Help please!!! Could you let me know how you or your friends use social networking (or why you hate it!). Just put a comment on the blog (I know many of you prefer to email me with comments, but it would be great if you could share your views. Anonymous comments are fine!)

That’s the end of the blog………..PS. But read on if you want a more detailed list of what I like about Facebook (the same goes with the other sites):

  • Your friends know what you are up to. You know what they are up to (without millions of phone calls or texts!!). I update my status fairly regularly on Facebook (where am I. What am I doing. If it is vaguely interesting that is!). I put pictures on Faceebook (but mostly via mobile phone. You take the pic and send it to your Facebook site. It’s so easy. To be honest I really can’t be bothered to link my camera and upload pic’s via a laptop!). You don’t have to email or speak to friends - you can just be!! You interact when you want rather than think that you have to phone someone because you haven’t spoken to them for a while!
    Likewise I can keep track of my friends and what they are doing. All this is aggregated into one page (you don’t have to go into individual friends pages; though I do sometimes put messages on their “wall”)
  • Organise my social life. It’s much easier than email as you can chat to everyone (or selected subgroups) at once. I also instant message via Face book.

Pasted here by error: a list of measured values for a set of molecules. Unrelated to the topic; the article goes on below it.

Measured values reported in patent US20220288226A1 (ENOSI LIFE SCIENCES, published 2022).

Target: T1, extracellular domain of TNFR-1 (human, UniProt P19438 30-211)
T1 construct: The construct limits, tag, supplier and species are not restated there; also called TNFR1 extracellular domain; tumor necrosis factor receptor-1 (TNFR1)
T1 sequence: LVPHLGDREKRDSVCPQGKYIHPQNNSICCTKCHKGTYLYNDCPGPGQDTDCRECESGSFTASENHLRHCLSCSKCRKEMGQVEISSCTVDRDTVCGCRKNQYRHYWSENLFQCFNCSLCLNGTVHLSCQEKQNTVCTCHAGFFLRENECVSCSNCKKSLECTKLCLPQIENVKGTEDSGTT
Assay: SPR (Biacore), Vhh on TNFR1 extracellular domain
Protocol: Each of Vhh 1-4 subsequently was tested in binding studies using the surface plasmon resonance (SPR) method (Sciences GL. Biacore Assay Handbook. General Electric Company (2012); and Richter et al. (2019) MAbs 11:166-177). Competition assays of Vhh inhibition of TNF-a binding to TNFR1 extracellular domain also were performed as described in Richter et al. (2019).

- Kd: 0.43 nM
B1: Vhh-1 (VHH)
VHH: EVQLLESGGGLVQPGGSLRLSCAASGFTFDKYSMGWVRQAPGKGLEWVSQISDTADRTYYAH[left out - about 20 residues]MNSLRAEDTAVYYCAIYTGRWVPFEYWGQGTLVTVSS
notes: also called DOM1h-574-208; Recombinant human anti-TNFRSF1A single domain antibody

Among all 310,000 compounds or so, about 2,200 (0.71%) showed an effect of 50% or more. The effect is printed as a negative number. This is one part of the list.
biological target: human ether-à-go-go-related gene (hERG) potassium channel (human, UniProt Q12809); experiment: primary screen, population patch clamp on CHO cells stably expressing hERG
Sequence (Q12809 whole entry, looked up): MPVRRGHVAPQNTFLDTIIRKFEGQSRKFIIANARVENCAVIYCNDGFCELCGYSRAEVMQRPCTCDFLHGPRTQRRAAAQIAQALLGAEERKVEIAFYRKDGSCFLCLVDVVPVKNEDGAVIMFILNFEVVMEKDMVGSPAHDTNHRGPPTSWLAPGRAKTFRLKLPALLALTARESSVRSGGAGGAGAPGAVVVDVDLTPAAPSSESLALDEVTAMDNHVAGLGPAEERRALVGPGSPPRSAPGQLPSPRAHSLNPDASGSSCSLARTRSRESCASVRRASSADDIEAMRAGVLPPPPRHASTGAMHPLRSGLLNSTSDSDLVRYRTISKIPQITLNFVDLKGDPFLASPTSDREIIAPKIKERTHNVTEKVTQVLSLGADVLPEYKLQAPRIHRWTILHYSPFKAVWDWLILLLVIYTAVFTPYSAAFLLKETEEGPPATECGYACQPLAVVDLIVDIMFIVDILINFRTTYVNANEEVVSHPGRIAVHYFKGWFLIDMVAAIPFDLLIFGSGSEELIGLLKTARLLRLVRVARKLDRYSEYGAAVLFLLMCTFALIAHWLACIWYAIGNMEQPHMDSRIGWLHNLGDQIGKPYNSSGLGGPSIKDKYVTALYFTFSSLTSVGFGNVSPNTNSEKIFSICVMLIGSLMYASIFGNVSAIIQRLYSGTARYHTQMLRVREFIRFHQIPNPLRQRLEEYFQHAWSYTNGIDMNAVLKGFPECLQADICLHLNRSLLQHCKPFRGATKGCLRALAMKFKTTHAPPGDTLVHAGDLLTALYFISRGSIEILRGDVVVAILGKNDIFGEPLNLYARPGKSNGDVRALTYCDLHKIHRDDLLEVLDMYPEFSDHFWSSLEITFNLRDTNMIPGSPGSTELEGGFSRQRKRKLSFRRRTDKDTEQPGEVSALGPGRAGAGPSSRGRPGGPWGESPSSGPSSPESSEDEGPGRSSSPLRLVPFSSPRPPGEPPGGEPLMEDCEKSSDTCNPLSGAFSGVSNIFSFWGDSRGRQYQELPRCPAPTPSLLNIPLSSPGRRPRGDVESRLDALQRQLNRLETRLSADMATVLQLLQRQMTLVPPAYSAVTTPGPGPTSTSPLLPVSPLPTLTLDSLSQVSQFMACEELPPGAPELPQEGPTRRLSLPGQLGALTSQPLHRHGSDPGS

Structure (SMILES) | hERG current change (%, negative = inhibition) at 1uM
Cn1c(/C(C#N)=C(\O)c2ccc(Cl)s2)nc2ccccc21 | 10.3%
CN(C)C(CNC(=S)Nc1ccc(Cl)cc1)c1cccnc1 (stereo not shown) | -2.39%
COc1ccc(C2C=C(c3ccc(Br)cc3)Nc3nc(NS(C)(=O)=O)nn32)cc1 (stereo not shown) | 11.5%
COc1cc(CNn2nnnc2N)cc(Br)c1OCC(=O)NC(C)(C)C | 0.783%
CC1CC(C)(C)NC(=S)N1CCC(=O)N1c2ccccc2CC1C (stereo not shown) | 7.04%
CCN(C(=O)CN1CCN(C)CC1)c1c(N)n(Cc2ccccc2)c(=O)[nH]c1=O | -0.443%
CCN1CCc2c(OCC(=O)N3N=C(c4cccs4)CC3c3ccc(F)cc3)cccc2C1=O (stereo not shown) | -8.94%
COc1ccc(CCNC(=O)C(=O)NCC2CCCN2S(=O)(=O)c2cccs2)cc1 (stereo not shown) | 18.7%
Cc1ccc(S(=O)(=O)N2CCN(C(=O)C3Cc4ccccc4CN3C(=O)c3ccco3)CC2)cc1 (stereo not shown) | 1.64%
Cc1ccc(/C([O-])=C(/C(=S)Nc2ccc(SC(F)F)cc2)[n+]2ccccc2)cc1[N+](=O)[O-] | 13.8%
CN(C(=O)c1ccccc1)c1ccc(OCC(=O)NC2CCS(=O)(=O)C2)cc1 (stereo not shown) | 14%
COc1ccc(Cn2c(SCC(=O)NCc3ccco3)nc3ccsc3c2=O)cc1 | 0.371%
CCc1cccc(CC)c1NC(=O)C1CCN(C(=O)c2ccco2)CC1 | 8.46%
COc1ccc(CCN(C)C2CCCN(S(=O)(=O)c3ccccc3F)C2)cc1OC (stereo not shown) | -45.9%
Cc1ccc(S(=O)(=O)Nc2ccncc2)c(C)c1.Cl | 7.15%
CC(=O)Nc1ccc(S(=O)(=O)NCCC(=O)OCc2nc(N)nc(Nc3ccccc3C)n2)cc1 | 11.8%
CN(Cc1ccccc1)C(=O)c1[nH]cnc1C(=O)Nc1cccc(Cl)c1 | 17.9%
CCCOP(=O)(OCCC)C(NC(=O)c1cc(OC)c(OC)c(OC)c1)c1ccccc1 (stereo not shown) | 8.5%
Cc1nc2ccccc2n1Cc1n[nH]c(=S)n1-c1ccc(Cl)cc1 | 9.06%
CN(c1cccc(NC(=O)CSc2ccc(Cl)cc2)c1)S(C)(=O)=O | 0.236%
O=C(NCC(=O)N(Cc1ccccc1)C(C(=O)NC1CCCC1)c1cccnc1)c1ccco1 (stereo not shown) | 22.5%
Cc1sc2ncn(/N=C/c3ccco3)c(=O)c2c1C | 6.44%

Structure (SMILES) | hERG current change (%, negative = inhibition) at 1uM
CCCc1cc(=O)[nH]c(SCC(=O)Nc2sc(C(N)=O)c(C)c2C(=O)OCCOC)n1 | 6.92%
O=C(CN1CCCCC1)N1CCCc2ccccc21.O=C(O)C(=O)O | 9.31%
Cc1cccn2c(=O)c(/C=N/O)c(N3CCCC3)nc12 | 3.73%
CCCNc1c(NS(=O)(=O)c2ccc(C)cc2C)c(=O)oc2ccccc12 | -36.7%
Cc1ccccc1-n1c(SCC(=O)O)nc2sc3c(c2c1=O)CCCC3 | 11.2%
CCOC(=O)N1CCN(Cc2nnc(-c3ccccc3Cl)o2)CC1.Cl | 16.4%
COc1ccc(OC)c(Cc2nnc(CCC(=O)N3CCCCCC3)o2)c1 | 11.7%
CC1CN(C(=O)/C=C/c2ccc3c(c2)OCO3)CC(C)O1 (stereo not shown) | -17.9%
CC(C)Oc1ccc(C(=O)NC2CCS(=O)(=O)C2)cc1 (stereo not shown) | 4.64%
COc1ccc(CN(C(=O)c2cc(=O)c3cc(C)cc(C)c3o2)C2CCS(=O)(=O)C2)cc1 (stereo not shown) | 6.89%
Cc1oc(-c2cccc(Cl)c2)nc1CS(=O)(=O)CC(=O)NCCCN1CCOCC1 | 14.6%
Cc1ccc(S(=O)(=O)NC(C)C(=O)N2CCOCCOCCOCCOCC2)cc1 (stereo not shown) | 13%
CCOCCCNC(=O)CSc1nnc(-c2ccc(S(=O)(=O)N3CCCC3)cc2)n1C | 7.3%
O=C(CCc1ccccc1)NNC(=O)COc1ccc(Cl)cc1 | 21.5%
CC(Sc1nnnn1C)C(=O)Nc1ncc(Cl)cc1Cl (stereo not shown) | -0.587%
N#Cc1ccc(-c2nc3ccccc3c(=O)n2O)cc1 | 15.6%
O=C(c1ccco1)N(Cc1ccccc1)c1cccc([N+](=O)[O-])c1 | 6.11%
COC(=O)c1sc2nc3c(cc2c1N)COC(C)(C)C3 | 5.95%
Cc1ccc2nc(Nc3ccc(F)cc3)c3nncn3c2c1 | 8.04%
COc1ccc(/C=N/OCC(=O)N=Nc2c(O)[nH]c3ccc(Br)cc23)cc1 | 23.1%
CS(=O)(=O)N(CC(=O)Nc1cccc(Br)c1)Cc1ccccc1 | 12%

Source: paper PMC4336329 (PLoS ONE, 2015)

• There are lots of widgets on Facebook developed by third parties. Some of them are fun where you can compare your interests with friends (eg. Music, films, IQ!) and do quizzes etc etc
  • Share your favourite clips and videos
  • Groups: I belong to groups on Facebook (eg. Tottenham Hotspurs, Springsteen and some learning groups). This is great. Companies should go where their customers are (as this is easiest for the customer).

PPS. Starter for 10. A list of questions I think we need answers to during any research. Do you have any to add??
1. How do people use social networking sites in their everyday lives. What may happen in 5 years!
2. How are training providers or tutors/lectures using social networking sites (case studies). How are companies using sites for communications/engagement with staff and customers. What can we learn?
3. What do the “experts” think social networking sites could be used for in relation to learning. How can it be used both in formal and informal learning (and structured vs. unstructured learning). Can it also be used as evidence for assessment? How is it blended with often linear (!) elearning courses.
4. What is the difference between a network (social network) and a community (a community of practice)
5. What are the pro’s and cons of using social networking sites for learning (eg. you should go to where your learners are; are there security issues)
6. What are the pro’s and cons of building your own community of practice outside a social networking site. (How do you build your own community? What are the Critical Success Factors to building a community of practice. There is now quite a bit of science out there to this!). Perhaps this is a separate piece of research?
7. What is the social networking functionality to Learner Management Systems. How can social networking sites (or community or practice) be integrated with a LMS?